This dramatic encounter happened a few weeks before the 2012 US Presidential election. I was traveling from New York to Virginia quite a lot to work with the OFA campaign there. Obviously, the whole stint was unpaid, so I paid for my own hotel stay and everything else. One time my boyfriend suggested that I stay with his friends who live near Tyson’s Corner which was not very far from Obama campaign office. I thought, sure why not. So one day, after an exhausting 5-hour drive from NY to NoVa I arrive at their house. Now it’s important to remember that just weeks before the election the polls are getting tighter and passions are flying high reaching the fever pitch on both sides. The tensions were especially high in VA since it was a heavily contested battleground state. People are high-strung and anxious everywhere you look. One Virginia man shot his entire family and then himself out of fear of the upcoming Obama victory. Just to give you an idea of the polarization at the time. So, I come into the house, meet the wife – a nice lady, say hello to the kids, drop my stuff in one of the rooms (it’s one of those mansions in “leafy DC suburbs” as they say, with infinite number of rooms) and come down to the kitchen for a drink. The wife opens a bottle and we engage in some chit-chat. About half-hour later the husband comes into the kitchen, we shake hands and then the inevitable question: “So what’re you here for?” I, in my habit of not beating around the bush, say half-jokingly: “Yeah, let’s get this out of the way before you kick me out – I’m here to volunteer for the Obama campaign.” Now, I played this scenario with my boyfriend and was reassured that there won’t be a problem. The problem was that he spoke on the phone with the wife – who had no issue with the purpose of my visit. Well, the husband wasn’t informed in advance. Even worse, he was a major Romney donor, I later found out. Anyway, long story short, he leaves the kitchen without saying a word and about 3 minutes later I receive a frantic text from my boyfriend that literally says: “dude, I think it’s better if you get out and go to the hotel.” I show this text to the wife and say something like “Uh, I think I have to leave now”. It’s not often we get kicked out of somebody’s house for political reasons. Face to face encounters even with political opponents seem to be milder in real life than online, simply because we see the human side of the opposition. But this wasn’t the time to test the bounds of southern hospitality. So I raced upstairs, got my things, said thank you to the wife, jumped in the car and left. I was a little shaken, but instantaneously sober, as the surge of adrenaline helped me get rid of the buzz from a couple of glasses of wine. It was getting dark, but I had a GPS and was on the way to the hotel within a half-hour drive that my boyfriend booked for me in a matter of minutes. I made it to the hotel, and luckily, there was some steakhouse next to it where I could get some dinner, couple of vodka-cranberries, and contemplate.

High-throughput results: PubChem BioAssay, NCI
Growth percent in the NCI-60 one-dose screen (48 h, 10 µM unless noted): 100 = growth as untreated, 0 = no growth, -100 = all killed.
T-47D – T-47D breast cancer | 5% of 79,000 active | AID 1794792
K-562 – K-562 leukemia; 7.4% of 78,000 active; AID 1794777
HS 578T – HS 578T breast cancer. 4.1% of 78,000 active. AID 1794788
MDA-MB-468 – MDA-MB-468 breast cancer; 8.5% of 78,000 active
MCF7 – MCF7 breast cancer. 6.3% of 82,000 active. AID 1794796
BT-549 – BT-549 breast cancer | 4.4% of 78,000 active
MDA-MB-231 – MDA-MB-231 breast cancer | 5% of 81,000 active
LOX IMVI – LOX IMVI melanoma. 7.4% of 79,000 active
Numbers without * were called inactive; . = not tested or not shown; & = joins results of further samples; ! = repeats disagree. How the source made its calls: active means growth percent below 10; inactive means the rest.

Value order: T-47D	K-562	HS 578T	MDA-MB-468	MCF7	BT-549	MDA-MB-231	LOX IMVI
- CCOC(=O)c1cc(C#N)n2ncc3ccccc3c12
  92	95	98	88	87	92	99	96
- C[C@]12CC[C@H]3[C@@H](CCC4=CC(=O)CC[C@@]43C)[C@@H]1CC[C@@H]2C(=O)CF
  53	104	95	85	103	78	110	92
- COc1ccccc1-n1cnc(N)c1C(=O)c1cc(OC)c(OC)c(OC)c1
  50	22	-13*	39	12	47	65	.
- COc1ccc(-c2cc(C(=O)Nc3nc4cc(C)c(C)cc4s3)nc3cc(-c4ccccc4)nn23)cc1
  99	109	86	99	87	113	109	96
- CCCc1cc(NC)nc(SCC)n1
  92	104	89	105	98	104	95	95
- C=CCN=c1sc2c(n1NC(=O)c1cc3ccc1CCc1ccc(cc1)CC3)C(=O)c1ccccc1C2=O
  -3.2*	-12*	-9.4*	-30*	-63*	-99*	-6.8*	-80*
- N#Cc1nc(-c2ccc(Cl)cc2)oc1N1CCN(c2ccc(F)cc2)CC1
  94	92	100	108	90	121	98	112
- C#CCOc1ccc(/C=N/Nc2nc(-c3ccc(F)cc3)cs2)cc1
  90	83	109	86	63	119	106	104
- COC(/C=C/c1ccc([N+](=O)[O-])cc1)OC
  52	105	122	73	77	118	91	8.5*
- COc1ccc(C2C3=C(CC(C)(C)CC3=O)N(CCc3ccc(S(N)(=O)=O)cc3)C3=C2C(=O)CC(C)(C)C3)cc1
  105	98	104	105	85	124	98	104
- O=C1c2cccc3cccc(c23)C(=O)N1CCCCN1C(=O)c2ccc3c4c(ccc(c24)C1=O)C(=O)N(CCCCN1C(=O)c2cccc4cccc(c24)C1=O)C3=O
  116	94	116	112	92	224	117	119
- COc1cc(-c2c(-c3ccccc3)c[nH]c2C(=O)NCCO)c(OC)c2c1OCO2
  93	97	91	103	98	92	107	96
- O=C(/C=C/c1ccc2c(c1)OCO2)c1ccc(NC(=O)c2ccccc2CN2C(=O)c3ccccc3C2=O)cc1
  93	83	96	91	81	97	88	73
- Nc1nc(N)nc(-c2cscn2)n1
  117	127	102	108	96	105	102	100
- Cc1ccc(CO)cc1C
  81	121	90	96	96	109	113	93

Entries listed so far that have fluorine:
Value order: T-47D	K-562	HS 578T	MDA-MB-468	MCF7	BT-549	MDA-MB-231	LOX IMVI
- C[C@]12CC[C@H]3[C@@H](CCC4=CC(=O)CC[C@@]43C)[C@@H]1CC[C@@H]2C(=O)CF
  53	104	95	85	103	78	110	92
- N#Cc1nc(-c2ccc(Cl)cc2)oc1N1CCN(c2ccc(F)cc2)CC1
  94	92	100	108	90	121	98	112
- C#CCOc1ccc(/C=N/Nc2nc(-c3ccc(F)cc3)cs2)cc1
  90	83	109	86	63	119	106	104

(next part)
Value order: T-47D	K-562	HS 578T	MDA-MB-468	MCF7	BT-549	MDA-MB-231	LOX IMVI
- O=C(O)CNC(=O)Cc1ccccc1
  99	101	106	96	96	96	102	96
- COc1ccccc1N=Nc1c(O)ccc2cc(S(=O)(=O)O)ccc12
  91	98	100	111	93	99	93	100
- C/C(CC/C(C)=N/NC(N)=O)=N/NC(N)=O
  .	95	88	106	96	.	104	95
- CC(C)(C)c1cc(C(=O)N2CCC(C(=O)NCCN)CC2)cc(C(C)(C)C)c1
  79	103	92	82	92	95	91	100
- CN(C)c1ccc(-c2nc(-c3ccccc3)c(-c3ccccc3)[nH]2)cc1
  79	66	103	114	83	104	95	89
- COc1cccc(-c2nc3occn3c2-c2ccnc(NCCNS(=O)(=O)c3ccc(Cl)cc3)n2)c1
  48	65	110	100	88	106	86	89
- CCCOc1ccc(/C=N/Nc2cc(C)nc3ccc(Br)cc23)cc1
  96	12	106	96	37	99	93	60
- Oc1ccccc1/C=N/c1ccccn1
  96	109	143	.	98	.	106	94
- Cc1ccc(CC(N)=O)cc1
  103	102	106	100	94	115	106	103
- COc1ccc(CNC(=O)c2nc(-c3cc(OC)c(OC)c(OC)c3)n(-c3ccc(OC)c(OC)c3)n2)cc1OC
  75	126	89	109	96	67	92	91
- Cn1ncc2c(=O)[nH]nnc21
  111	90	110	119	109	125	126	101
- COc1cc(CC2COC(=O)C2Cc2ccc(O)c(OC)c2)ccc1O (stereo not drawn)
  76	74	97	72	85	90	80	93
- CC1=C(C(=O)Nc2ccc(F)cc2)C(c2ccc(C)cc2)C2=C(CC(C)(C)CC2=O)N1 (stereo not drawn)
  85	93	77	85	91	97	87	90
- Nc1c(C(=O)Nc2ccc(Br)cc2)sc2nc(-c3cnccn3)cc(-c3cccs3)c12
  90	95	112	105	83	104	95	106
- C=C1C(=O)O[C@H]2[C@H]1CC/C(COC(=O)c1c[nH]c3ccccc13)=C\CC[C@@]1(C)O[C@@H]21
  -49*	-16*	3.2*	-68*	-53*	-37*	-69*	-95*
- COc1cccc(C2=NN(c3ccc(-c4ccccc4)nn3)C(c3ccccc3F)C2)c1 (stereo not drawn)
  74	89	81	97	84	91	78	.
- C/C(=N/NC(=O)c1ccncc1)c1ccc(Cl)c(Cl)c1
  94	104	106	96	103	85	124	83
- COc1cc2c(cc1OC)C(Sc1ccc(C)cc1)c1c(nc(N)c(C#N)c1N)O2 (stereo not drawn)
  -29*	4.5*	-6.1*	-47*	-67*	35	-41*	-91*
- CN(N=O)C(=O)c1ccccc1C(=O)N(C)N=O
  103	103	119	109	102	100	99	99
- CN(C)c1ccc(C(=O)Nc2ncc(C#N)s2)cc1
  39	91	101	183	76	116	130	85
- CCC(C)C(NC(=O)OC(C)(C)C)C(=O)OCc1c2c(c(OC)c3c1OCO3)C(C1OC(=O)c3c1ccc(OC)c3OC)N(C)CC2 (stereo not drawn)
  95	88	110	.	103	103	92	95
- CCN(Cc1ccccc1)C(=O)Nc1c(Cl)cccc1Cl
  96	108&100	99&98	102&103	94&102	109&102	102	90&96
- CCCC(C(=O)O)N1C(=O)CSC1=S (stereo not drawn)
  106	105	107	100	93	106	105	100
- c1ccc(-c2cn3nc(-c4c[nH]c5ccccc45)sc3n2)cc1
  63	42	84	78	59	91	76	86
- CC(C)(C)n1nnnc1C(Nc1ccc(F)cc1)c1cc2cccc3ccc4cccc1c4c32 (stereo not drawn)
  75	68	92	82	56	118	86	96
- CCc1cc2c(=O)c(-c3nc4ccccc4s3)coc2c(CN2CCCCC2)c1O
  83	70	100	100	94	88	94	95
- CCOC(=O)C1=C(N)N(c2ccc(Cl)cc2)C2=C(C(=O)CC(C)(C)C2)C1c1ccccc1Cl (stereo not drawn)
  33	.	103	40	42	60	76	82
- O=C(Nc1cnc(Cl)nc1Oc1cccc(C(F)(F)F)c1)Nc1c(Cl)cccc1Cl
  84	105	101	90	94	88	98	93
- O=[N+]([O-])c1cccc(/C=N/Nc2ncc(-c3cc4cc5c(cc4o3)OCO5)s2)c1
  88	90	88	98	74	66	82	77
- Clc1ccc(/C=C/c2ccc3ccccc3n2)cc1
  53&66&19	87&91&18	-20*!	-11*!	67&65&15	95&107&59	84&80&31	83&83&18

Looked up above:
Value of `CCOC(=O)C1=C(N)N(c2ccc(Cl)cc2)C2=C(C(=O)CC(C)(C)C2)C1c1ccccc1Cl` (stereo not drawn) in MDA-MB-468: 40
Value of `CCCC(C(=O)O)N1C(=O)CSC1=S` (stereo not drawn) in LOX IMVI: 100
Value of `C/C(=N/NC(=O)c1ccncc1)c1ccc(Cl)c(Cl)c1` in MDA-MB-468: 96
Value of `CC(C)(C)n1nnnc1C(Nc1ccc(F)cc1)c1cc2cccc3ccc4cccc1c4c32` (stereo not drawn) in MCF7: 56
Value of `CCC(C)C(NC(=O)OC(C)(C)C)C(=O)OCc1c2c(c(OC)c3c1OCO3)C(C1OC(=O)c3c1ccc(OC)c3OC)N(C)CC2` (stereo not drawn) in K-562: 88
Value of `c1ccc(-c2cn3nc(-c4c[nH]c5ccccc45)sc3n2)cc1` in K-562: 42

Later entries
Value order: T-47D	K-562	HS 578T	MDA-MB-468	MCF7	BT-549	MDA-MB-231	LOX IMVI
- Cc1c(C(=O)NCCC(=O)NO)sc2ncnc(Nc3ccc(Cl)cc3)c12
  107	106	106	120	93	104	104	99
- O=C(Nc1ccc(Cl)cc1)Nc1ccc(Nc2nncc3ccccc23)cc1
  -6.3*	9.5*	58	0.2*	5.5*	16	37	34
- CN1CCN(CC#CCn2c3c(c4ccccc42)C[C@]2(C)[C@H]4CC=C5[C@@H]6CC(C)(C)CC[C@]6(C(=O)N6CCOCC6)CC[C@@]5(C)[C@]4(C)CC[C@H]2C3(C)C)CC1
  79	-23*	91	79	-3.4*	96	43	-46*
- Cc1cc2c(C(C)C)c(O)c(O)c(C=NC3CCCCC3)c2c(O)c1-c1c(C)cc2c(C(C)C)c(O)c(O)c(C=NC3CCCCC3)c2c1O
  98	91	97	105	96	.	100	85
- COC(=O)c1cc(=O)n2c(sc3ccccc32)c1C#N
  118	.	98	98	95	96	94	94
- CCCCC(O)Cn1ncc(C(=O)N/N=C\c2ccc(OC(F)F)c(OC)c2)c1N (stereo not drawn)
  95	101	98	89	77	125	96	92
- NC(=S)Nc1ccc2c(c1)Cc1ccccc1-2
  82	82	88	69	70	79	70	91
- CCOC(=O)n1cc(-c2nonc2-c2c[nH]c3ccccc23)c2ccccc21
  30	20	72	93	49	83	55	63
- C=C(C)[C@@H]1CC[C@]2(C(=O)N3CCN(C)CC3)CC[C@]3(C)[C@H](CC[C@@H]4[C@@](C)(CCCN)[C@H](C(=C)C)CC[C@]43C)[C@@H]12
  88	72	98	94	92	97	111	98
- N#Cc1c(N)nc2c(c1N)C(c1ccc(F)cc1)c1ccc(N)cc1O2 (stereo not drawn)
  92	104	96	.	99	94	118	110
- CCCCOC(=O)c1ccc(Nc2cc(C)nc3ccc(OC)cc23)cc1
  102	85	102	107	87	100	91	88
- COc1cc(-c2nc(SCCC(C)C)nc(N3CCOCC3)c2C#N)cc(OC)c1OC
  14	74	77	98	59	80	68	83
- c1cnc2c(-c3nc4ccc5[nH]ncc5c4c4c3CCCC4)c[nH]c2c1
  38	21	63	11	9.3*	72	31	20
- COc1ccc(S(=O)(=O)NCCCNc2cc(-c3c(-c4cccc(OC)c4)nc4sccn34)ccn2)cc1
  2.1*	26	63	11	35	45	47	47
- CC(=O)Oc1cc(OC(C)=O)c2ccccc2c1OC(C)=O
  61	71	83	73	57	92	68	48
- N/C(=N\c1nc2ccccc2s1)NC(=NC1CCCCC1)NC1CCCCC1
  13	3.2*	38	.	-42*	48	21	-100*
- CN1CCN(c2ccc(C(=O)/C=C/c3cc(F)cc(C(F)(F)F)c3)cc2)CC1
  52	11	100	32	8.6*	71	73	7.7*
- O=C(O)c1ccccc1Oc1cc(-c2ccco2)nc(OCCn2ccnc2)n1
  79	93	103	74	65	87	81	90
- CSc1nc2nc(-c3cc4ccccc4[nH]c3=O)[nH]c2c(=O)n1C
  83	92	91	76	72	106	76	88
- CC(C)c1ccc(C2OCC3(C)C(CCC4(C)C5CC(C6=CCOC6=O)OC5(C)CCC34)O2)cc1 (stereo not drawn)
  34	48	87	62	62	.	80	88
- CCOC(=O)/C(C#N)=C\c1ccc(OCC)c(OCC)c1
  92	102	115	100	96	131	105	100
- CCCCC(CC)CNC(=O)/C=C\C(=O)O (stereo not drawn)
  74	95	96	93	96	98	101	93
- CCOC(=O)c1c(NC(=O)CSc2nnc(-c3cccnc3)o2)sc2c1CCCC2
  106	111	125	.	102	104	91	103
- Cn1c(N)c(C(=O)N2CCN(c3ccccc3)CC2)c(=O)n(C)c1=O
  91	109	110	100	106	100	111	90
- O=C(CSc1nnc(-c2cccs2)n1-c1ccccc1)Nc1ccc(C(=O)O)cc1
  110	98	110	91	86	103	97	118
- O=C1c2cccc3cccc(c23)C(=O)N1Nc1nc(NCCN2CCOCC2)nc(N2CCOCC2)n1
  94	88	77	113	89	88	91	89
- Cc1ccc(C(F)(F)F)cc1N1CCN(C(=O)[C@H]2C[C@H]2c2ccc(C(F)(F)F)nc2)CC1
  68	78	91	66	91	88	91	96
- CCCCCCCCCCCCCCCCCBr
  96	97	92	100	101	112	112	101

I like to view this encounter from a broad perspective. There are major social/economic/political shifts that are going on right now. It’s increasingly likely we will never get back to the way things were in 2003-2007: bountiful well-paid jobs, crazy bonuses, lavish lifestyles, endless opportunities to do even better. There was a crash landing for many (mostly men), a rude wake-up call. I can’t quite be gleeful about it. I’m all too aware of fallibility and frailty of all of us, humans. While we would like to be our own selves, be laid back, enjoy beauty and lazy afternoons with a book, or simply stare at passers-by in the park, we’re en-masse condemned to take care of, to prioritize our physical needs throughout our entire lives: make money, pay bills, meet obligations. Men, especially white men, either by a privileged background or by being naturally entrepreneurial are better at this than others. Because men are good at making money (I’m not discussing “how”, I’m just looking at the facts now for the sake of making my point) they have been the beneficiaries of all the upside, they’re the ones with the most to lose. Again, I have to repeat, I’m not turning this into a feminist post, there are women who benefitted from the upside and suffered from the downside, I’m simply showing that because the top of the wealth hierarchy is occupied mostly by men, when shit hits the fan they’re the ones with the most to lose, they’re the ones who have only the downside. This explains the overall despondency, the frustration, the paranoia, the attempt to blame everyone around them, especially during the election season. So this is the kind of backdrop and the kind of guy at whose doorsteps I showed up on that fateful night. Thus I can’t really be mad about the whole encounter – his entire way of life was collapsing beneath his feet, or at least that how he saw it, and here I am, rubbing it in by my mere presence. He doesn’t know how to live under the “the new normal” where his status, financial or otherwise although those are closely correlated, is diminished. Everything was so perfect before! So anyone or anything that reminds him of his diminished statue is unwelcomed. I have to digress a bit here. In my criticism of Wall Street in financial industry in general, I tend to criticize the system, the structure itself, not the players in particular. Once you’re a part of that community, you play by those internal rules, you become one of them: it’s a normal part of the process. You assume a certain routine that, if followed correctly and diligently, would produce a great windfall. But somehow it doesn’t work this way anymore: one still gets up at 6 am, gets to work, sucks it up, makes calls to clients, just like he did for years, and yet this familiar routine fails to produce the same results as it did before. Hours are the same but bonuses are smaller, if you’re lucky to even get one. Many in the old industry are still clinging to the old structure in the hope that one day things will get back to the way they were, if only they manage to hold on long enough. But the structure crumbles and there’s nothing underneath, only the unknown. Fear of layoffs, of the company being taken over by rivals, of cut in pay; the bills, the obligations, the expectations – it’s a natural instinct to engage in rationalizations, finger-pointing, scapegoating, denial and search for answers.
Perhaps, today is not a “new normal” but simply “normal”; perhaps, the aberration was the easy-going years prior to the crisis, not today’s drag. Maybe we were mistaken to assume that the best-case scenario of 2003-2007 was the base-case scenario. I especially don’t envy the contemporary male, full of dumb illusions of control over his own life, but I do feel sorry for him.